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A test of vertical economies for non-vertically integrated firms: The case of rural electric cooperatives

  • Greer, Monica L.
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    This paper seeks to evaluate unrealized economies of vertical integration for rural electric cooperatives. Given the well-established network economies that are inherent in the generation, transmission, and distribution of electricity, the coops long-standing choice of market structure is questionable (especially if their strategy is welfare maximization). Organized as either generation-and-transmission or distribution-only, the traditional measures of vertical economies will not work. Thus, I have devised an alternative method by which to measure such economies and find that, on average, cost savings in excess of 39% could have been realized had the coops adopted a vertically integrated structure.

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    File URL: http://www.sciencedirect.com/science/article/B6V7G-4KW5WG8-1/1/cccead1feced601ebc6d4b088511b5ad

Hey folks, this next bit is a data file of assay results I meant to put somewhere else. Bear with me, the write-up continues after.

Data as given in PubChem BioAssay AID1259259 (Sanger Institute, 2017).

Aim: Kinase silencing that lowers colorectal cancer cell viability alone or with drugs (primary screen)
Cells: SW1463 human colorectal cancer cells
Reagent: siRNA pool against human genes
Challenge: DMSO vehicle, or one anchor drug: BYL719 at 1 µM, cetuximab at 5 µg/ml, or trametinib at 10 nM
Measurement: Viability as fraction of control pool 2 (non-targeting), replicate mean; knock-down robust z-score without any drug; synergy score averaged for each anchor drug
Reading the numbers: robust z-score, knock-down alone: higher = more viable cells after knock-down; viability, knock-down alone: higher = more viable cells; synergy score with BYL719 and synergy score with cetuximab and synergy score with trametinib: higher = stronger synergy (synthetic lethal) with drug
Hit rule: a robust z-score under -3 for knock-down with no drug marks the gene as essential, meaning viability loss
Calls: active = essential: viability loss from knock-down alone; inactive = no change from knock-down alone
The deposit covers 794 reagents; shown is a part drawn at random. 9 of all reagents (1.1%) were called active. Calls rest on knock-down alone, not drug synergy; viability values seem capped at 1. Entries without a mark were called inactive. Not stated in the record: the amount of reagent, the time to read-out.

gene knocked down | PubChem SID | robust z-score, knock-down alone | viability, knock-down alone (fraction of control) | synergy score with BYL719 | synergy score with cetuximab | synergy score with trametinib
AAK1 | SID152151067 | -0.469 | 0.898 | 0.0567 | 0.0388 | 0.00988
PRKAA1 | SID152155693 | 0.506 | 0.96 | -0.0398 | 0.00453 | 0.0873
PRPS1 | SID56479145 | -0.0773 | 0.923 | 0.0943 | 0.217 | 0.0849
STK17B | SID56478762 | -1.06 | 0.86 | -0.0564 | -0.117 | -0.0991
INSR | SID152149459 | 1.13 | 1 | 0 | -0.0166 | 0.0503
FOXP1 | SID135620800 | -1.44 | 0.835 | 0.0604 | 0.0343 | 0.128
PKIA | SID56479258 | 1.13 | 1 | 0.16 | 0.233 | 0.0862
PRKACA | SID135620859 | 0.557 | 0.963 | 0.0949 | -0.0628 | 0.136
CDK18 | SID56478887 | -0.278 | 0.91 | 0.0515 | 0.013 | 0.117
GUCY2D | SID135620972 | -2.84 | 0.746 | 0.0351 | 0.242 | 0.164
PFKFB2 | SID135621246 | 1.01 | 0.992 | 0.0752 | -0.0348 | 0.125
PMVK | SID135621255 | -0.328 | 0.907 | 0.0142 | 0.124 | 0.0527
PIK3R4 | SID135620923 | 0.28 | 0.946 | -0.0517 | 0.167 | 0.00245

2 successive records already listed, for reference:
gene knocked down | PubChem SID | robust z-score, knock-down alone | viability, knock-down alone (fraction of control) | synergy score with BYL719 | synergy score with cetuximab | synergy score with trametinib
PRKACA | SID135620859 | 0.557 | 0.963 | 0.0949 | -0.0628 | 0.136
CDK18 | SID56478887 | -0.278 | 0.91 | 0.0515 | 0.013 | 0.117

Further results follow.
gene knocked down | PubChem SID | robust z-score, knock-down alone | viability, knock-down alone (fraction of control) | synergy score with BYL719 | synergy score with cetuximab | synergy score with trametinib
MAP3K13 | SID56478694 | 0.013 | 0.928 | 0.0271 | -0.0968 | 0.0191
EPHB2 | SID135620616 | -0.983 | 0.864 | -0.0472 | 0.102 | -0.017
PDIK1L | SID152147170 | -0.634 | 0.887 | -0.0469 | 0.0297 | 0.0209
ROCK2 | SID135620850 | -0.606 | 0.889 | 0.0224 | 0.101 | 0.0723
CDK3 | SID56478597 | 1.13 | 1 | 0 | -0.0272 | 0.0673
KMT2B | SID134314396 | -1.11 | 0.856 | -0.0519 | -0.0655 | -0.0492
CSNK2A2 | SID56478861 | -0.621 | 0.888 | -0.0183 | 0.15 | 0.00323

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    Article provided by Elsevier in its journal Energy Economics.

    Volume (Year): 30 (2008)
    Issue (Month): 3 (May)
    Pages: 679-687

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    Handle: RePEc:eee:eneeco:v:30:y:2008:i:3:p:679-687
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    1. Greer, Monica Lynne, 2003. "Can rural electric cooperatives survive in a restructured US electric market? An empirical analysis," Energy Economics, Elsevier, vol. 25(5), pages 487-508, September.
    2. Mark J. Roberts, 1986. "Economies of Density and Size in the Production and Delivery of Electric Power," Land Economics, University of Wisconsin Press, vol. 62(4), pages 378-387.
    3. Williamson, Oliver E, 1971. "The Vertical Integration of Production: Market Failure Considerations," American Economic Review, American Economic Association, vol. 61(2), pages 112-23, May.
    4. Gilsdorf, Keith, 1994. "Vertical integration efficiencies and electric utilities: A cost complementarity perspective," The Quarterly Review of Economics and Finance, Elsevier, vol. 34(3), pages 261-282.
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